French St. Martin and Dutch St. Maarten go to war against gun possessionPOSTED: 09/29/14 12:36 AM
Collection drive in second half of October
MARIGOT – French and Dutch side law enforcement authorities have joined forces in an attempt to get as many illegal firearms off the streets as possible. During a joint press conference at the prefecture in Marigot, they announced an information campaign that will begin on October 1, followed by the opportunity to surrender illegal firearms to the gendarmerie (on the French side) and to the office of the solicitor-general on the Dutch side, from October 15 until the end of the month.
Recently, the island of Curacao did a similar drive to collect weapons. The prosecutor’s office in Willemstad offered 100 guilders for each weapon citizens surrendered. The action yielded 406 firearms.
Solicitor-General Taco Stein said yesterday that the French and Dutch side authorities had decided not to offer money for guns. “We do not want to reward people for former wrongs, nor do we want anyone to start collecting weapons to turn them over.”
Last year, the gendarmerie collected 46 illegal firearms. On the Dutch side, controls yielded 15 guns during the last six months of last year and another 15 during the first half of this year.
Justice Minister Dennis Richardson, Solicitor-General Taco Stein, inspectors Benjamin Gout, Ricardo Henson and Felix Richards and Minister Richardson’s cabinet chief on his last working day on the island, Ron van de Veer were among those who attended the press conference at the Prefecture. Mireille Aalders-Franse of the police force’s internal communication department was also present.
From the French side Préfet Délégué Philippe Chopin, and Chief Prosecutor Samuel Finielz and captain Sylvain Jouault of the gendarmerie were among those at hand.
Minister Richardson said that the initiative for the joint action had come from the French side. He appreciated the collaboration between the two sides of the island, citing the worrisome increase in gun-related crime. “We have to do something about that and get as many guns off the streets as possible.”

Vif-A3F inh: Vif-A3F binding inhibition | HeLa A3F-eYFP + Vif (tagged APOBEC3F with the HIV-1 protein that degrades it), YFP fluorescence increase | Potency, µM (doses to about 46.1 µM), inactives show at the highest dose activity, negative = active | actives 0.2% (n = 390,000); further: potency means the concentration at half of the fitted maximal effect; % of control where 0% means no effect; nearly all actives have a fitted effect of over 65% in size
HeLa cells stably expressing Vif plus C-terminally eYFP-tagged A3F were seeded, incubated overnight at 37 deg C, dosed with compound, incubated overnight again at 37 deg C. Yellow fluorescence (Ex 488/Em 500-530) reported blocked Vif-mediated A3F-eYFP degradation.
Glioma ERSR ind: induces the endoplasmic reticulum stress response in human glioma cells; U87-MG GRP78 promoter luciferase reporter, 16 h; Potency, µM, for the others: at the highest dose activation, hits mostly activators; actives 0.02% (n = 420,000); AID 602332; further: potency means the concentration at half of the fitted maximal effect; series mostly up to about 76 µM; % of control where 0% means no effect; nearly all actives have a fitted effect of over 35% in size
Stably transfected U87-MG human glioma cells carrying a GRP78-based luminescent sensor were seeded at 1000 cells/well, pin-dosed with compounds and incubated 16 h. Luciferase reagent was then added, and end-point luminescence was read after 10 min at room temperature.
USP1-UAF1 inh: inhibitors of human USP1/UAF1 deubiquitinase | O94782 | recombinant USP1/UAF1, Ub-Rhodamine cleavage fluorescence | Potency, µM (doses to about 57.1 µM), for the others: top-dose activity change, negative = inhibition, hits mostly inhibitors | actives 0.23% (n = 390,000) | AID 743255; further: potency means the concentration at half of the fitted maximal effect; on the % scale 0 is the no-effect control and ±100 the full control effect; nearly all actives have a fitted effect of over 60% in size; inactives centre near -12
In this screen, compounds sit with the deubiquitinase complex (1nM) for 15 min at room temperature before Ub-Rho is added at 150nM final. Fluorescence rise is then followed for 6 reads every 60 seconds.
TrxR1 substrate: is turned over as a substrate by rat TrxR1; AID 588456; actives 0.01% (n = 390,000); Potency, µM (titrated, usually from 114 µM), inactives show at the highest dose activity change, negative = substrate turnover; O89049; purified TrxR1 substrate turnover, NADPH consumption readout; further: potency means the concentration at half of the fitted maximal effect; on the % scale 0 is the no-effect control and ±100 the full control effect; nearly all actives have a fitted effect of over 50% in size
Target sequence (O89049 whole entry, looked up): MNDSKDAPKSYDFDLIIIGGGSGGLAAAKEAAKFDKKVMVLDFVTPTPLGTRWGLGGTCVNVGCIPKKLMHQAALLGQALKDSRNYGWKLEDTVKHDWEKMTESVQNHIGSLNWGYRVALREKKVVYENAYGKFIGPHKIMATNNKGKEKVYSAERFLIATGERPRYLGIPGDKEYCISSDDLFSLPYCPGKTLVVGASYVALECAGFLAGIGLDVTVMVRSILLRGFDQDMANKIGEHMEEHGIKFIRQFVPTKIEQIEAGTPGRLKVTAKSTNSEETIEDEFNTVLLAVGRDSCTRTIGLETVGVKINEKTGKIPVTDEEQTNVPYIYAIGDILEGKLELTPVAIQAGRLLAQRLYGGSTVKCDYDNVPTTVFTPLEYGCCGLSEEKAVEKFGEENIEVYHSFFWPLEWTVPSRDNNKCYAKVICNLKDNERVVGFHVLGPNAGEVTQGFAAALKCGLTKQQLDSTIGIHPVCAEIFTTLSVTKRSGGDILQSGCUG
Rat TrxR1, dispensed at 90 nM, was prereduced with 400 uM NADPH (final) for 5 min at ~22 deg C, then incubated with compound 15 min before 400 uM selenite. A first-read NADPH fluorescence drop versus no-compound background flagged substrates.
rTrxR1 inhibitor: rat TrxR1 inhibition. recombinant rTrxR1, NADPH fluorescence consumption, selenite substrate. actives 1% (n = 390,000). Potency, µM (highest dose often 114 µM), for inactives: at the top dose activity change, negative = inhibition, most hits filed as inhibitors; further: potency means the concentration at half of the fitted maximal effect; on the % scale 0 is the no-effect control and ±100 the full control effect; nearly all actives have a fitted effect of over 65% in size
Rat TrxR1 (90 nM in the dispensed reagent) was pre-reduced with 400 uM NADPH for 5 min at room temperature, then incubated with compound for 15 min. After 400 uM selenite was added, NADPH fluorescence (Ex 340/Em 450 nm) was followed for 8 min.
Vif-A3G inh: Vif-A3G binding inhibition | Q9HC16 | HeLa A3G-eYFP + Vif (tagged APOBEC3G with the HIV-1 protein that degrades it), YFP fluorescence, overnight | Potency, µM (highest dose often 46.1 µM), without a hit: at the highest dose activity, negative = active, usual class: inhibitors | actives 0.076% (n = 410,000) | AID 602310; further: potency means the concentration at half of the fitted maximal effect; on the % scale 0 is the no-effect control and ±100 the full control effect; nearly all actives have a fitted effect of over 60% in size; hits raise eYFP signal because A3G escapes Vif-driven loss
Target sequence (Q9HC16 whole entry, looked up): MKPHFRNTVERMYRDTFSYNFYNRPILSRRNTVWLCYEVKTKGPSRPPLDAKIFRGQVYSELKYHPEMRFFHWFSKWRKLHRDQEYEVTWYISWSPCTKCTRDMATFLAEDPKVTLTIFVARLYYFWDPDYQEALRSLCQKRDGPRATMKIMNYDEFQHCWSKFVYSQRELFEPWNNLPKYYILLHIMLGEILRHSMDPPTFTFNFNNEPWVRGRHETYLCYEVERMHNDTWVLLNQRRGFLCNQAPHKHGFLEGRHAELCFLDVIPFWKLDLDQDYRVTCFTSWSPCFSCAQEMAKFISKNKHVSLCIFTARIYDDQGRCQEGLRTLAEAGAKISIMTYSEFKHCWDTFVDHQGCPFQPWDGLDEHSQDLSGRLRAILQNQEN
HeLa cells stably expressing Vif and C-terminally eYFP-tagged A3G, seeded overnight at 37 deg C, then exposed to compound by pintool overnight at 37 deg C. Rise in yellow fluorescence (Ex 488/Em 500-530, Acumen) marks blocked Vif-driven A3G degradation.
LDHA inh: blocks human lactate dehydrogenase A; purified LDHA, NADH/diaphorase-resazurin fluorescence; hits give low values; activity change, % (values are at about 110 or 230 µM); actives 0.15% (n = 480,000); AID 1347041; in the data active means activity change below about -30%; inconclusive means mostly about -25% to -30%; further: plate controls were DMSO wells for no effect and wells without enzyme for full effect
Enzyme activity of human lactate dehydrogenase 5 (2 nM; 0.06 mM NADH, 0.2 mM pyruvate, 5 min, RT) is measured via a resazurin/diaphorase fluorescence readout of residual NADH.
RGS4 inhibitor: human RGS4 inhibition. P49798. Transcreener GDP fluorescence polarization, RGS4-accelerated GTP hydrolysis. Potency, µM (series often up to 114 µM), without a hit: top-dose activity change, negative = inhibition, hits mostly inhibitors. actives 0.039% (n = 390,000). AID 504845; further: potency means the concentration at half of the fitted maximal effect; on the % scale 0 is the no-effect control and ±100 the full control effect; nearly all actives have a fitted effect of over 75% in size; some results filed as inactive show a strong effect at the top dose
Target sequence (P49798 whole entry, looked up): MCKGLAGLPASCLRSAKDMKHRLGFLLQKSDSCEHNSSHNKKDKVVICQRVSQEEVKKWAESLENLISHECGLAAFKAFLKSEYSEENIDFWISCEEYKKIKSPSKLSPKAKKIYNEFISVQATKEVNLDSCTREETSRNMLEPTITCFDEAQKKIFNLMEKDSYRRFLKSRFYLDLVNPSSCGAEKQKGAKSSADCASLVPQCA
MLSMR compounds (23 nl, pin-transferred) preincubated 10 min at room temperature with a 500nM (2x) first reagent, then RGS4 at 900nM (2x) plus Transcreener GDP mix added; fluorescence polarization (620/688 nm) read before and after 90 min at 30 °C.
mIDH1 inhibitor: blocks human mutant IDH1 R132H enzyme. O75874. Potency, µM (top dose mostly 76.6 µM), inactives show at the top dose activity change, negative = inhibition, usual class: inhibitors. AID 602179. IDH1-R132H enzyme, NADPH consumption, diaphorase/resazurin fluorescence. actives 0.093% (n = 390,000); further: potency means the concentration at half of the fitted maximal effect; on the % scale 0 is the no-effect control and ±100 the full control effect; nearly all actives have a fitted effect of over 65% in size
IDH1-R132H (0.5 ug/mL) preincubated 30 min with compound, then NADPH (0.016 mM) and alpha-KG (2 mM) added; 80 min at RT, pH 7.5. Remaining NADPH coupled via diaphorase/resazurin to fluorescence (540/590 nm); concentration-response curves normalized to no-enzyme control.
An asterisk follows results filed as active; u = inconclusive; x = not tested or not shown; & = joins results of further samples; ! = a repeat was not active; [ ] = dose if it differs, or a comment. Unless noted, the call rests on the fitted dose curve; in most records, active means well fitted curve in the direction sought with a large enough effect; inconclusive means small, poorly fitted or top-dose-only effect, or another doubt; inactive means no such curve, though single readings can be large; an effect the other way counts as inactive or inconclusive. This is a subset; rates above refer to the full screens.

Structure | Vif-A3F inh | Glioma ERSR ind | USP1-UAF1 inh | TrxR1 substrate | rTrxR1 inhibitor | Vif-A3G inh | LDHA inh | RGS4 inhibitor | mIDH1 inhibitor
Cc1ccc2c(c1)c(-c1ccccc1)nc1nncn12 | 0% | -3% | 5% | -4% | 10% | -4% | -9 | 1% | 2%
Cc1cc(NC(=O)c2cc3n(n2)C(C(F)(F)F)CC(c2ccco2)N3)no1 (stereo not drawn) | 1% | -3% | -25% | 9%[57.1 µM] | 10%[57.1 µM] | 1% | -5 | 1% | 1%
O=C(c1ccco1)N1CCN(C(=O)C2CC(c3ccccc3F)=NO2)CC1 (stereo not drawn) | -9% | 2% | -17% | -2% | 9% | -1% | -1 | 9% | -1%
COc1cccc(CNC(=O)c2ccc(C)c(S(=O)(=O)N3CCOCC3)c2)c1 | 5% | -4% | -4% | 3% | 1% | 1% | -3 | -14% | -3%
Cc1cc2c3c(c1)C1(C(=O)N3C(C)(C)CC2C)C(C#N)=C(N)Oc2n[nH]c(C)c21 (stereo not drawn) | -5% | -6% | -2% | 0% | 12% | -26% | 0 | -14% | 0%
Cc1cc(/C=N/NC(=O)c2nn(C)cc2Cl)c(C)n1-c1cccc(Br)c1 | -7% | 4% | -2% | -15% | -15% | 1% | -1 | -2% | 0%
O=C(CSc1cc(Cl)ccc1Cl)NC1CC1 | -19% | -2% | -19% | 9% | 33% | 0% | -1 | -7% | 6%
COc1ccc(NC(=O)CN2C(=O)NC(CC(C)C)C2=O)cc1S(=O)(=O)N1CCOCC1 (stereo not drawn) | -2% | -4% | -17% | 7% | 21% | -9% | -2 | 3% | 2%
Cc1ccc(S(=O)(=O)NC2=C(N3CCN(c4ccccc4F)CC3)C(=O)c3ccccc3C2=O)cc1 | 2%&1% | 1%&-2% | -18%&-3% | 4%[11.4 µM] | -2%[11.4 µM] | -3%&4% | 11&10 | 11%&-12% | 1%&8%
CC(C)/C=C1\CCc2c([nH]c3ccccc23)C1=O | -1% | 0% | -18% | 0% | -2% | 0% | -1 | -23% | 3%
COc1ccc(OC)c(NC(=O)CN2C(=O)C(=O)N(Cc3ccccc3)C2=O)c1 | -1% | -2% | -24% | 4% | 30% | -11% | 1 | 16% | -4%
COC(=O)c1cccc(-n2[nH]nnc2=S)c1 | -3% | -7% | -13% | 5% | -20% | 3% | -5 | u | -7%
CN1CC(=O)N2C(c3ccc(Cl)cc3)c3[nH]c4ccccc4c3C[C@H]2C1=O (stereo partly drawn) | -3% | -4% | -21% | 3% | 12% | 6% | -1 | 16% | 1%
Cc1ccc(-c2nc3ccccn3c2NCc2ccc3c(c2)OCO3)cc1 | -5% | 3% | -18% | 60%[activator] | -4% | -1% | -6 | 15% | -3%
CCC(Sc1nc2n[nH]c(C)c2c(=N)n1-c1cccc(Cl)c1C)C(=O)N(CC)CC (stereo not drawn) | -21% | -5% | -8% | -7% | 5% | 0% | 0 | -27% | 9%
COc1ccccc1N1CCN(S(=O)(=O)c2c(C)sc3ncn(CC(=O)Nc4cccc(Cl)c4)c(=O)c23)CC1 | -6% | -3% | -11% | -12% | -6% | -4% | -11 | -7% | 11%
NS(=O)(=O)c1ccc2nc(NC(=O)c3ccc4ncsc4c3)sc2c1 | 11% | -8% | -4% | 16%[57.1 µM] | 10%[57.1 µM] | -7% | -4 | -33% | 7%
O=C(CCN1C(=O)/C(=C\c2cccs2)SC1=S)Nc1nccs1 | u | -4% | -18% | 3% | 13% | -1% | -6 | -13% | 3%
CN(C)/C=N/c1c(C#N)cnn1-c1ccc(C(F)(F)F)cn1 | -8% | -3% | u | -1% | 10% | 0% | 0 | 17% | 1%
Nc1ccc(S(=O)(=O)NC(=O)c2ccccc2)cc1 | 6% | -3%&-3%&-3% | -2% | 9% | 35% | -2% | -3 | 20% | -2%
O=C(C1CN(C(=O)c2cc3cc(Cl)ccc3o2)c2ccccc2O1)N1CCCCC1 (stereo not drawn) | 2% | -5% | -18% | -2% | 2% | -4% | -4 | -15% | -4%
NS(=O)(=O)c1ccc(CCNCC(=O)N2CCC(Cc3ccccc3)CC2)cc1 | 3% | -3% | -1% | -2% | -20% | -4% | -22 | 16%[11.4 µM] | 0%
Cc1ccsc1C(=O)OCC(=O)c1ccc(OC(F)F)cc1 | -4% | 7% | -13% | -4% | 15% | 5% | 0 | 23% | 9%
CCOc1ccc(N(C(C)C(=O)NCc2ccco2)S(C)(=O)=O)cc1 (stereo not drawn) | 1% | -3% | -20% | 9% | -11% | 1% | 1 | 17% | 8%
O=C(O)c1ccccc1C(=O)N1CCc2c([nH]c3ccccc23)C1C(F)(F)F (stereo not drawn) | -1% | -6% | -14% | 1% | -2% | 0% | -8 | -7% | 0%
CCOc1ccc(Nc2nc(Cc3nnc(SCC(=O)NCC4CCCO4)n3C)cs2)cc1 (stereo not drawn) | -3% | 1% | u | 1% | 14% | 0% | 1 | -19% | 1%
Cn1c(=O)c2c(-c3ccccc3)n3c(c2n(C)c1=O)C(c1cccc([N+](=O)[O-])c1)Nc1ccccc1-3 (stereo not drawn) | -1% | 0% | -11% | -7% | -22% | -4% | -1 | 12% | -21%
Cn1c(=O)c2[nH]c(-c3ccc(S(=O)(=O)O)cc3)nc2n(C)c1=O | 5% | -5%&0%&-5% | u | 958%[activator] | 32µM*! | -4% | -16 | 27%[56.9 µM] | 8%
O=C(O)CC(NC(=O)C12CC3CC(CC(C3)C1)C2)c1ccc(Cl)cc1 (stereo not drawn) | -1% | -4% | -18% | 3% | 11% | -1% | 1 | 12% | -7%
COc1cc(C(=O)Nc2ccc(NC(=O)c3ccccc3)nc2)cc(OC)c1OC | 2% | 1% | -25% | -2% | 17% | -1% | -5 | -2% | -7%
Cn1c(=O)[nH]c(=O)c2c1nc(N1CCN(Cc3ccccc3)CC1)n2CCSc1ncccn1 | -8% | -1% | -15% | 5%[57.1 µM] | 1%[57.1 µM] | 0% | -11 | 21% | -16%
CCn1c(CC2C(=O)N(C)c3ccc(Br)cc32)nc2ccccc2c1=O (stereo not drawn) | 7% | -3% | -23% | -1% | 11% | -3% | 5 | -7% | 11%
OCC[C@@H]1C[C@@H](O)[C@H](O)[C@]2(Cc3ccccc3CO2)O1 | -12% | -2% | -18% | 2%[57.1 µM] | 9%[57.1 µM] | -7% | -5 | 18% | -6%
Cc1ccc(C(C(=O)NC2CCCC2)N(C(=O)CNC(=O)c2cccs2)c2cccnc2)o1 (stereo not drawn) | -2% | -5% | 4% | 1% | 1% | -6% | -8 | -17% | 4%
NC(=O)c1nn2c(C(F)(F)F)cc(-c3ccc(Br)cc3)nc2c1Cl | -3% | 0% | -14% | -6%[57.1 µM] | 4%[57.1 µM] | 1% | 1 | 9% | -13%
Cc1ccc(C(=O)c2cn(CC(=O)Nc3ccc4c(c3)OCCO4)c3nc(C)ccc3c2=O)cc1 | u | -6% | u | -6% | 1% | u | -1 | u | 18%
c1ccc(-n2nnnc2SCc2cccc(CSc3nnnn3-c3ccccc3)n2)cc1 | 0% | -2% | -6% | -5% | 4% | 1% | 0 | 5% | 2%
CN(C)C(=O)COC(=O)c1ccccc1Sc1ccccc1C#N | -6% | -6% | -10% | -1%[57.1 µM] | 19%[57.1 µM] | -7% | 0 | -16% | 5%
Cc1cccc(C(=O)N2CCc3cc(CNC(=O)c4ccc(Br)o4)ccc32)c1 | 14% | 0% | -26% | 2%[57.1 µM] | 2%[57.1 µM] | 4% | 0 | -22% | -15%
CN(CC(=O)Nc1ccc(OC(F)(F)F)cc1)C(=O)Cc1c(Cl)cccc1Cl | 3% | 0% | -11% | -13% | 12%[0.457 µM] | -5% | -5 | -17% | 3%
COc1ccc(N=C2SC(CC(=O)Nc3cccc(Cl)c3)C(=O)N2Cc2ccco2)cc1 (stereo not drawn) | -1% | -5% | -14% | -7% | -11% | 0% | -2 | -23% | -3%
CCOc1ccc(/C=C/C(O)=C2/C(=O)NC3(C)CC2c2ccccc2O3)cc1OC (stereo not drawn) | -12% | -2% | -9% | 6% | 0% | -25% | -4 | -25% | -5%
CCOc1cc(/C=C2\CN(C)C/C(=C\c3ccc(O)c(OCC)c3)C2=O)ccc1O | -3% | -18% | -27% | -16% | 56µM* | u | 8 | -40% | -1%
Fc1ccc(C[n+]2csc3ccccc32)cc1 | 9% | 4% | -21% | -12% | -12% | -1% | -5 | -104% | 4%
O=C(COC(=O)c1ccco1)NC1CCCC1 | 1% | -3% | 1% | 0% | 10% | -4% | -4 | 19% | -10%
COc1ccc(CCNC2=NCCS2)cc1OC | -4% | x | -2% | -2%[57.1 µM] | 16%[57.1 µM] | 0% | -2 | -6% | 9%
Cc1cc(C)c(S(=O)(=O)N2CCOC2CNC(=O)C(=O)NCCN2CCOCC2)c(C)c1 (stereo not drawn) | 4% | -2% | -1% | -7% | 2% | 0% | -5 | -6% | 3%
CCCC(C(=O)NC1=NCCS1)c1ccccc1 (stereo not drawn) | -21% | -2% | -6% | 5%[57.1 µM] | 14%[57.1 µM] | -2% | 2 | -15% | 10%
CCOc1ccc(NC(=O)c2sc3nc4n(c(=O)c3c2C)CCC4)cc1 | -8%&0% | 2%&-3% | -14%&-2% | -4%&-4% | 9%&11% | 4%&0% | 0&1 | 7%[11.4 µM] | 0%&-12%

The minister said that the Dutch-side police would intensify controls on gun possession. “But there is now also an opportunity for people to surrender their weapons to the office of the solicitor-general without having to fear for prosecution,” he said.
“We do not need the reputation of a gun-carrying people,” Solicitor-General Taco Stein added. He explained that the action does no only focus on guns in criminal circles. “”This also applies to people whose grandfather had goats and left them with a rifle they don’t know what to do with.”
Stein said that “look-alike” guns, like pellet guns also fall under the term of illegal firearms, because they are fit to threaten people.
The prosecutor’s office will start demanding more severe sentences for illegal firearm possession, the solicitor-general announced. Up to now, the court routinely punishes gun possession with 12 months of imprisonment, though there are exceptions to this rule. The maximum penalty for illegal gun possession is 4 years on the Dutch side and 5 years on the French side.
“We will keep offenders in pretrial detention until the case goes to court,” Stein warned.
The information campaign will begin on October 1 with the distribution of posters in four languages – French, English, Spanish and Creole. A red-white-and blue colored bracelet – not accidentally the colors of the flags of both countries – that brings the Live Strong yellow bracelet of the disgraced cycling champ Lance Armstrong to mind will become available for citizens who want to express their support for the fight against illegal guns. The text on the bracelets will not be Live Longer (Armstrong fell from grace, after all) but Stop Drop & Go.
Justice Minister Richardson said that, in other efforts to curb gun possession, his ministry does not grant new firearm licenses anymore.